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State Policy Center: Ensuring All Students Count: The Minimum N-Size Education Data Act

Our education system is only effective if it is effective for all students.

But the only way to know if it is effective for all students is for all students to be included in the accountability system. States must set a minimum number of students to be used when disaggregating data for the purpose of reporting student performance to the public and identifying schools for support. This number, commonly referred to as the “n-size,” must be large enough to avoid revealing personally identifiable information about students and yield statistically reliable information. However, it should also be small enough to ensure the performance of students who have been historically marginalized is fully represented in states’ systems for accountability and reporting.  

States have chosen to set their n-size as low as five students and as high as 30. By selecting a low n-size, many states have been able to make their accountability systems more equitable by increasing the number of schools held accountable for the results of individual student groups, even if the school has smaller enrollment numbers. For example, by selecting an n-size of 20 instead of 30, one state increased the number of schools included in its accountability system based on individual student group data by 653, an increase of nearly 10%. As a result, parents and the public have richer information about student performance at the schools, including potential gaps in achievement, progress, graduation, and readiness, and these schools can access additional resources to support school improvement. An effective accountability system will have an n-size as low as five in order to include data on as many students as possible and provide them with support as needed.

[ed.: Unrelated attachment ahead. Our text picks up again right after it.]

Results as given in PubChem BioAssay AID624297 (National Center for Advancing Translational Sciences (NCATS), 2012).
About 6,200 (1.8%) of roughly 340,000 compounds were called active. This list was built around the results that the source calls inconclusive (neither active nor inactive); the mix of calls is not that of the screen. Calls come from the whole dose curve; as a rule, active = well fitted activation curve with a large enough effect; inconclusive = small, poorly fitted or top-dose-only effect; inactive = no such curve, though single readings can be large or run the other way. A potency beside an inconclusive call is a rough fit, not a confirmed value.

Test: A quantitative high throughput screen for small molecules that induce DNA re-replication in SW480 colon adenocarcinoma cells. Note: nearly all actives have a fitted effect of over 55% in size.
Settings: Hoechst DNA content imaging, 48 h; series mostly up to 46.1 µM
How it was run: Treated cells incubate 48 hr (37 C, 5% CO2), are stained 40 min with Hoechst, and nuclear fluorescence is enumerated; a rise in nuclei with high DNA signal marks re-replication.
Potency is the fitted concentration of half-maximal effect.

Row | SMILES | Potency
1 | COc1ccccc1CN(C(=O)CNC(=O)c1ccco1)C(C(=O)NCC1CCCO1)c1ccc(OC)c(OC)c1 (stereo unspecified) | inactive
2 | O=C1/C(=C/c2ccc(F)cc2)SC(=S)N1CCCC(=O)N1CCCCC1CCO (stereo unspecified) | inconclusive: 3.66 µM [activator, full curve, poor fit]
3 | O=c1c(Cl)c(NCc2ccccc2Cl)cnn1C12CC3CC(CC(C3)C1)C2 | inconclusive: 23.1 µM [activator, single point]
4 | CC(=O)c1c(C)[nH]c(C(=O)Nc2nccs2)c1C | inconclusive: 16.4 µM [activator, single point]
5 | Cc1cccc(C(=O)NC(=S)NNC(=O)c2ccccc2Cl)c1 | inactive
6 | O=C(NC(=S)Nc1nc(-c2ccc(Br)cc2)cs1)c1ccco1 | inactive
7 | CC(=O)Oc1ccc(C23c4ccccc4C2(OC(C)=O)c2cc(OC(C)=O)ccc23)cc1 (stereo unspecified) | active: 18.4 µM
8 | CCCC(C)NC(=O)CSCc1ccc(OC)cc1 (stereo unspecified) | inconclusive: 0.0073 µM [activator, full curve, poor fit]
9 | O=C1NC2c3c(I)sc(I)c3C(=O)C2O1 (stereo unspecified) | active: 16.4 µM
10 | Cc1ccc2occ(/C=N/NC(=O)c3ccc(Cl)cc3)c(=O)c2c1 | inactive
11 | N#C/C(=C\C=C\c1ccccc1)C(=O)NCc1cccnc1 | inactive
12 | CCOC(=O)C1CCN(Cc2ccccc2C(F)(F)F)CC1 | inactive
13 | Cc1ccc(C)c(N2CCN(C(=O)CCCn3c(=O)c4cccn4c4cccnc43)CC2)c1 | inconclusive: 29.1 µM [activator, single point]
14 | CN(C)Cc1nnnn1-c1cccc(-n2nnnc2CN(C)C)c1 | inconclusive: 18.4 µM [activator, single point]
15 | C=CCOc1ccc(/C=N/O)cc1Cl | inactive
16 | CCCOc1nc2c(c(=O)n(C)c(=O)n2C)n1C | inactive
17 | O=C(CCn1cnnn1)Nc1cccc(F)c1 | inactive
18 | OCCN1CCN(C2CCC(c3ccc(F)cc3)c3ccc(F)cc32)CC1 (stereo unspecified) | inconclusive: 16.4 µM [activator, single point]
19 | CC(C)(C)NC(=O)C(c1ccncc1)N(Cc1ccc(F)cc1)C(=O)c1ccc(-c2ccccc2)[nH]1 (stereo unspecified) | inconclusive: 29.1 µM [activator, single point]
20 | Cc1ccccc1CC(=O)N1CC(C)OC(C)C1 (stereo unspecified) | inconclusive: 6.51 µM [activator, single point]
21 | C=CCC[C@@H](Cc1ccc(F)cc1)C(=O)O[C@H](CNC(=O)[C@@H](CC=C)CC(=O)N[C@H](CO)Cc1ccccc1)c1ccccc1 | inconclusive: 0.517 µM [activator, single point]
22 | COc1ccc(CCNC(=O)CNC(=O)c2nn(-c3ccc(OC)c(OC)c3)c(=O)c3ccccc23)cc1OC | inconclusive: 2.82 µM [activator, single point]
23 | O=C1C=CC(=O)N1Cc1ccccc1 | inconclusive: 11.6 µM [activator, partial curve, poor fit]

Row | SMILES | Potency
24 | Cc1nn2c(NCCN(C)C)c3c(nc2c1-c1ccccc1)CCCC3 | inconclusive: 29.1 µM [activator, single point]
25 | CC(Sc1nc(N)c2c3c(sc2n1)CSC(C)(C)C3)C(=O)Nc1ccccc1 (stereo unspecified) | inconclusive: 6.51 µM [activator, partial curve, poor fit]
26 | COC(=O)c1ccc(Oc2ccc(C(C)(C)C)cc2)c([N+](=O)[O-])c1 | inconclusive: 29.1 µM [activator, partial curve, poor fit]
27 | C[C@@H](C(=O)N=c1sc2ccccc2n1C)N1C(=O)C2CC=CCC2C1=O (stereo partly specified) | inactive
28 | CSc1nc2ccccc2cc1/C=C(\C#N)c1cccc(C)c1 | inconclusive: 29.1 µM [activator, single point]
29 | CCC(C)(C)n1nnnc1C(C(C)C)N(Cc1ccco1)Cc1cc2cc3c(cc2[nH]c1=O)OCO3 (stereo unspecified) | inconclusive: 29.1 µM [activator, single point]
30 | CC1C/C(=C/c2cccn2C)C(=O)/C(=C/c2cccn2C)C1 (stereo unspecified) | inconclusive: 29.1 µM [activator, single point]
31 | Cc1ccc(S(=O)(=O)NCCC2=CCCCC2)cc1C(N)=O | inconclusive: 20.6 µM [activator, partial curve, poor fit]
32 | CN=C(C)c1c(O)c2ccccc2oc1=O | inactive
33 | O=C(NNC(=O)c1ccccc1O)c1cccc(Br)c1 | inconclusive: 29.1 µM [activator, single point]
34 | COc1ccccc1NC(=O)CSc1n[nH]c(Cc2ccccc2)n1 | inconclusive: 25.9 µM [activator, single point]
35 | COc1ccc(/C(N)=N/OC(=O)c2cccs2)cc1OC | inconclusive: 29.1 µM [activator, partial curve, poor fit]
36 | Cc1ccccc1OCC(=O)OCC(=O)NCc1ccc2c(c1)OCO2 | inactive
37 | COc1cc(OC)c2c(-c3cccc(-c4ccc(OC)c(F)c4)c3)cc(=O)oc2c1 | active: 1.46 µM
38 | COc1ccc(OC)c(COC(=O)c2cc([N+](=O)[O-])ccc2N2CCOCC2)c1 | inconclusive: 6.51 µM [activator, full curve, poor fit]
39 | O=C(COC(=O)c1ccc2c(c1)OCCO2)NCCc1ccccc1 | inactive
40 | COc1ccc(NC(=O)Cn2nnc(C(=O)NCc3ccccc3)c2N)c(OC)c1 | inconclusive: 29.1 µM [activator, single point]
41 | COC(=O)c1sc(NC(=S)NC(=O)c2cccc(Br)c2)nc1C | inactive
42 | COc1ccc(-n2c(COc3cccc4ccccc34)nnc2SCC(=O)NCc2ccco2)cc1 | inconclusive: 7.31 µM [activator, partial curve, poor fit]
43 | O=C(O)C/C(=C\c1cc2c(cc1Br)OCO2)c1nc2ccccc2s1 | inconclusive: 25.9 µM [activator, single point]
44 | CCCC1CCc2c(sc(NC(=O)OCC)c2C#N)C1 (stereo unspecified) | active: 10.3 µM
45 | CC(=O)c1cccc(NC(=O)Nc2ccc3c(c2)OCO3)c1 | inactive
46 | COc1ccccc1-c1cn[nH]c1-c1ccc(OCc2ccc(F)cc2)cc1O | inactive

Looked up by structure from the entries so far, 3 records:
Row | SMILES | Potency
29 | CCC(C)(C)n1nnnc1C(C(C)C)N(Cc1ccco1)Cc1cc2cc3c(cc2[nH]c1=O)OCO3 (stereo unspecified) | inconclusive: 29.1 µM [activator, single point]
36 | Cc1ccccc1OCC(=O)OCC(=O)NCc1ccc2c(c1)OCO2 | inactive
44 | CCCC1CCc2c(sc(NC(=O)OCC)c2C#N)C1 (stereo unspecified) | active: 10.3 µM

Model PolicY

The Minimum N-Size Education Data Act: Maximally Inclusive Numbers Improve Measurement, Understanding, and Meaning in Education Data Act

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Supporting Documents

Ensuring Every Student Matters What Is N-Size and Why Is It Important?

In 36 states, the academic needs of large numbers of Black and Latino students, students from low-income families, English learners, students with disabilities, and other groups of historically underserved students may be ignored, because the state accountability system fails to include these student subgroups.

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Featured Resources

Ensuring Equity in ESSA: The Role of
N-Size in Subgroup Accountability

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Too Many States Minimize Student Subgroup Performance in Accountability Systems

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Flypaper for Fordham Institute: We measure what matters, which is why subgroups
in ESSA accountability systems are important

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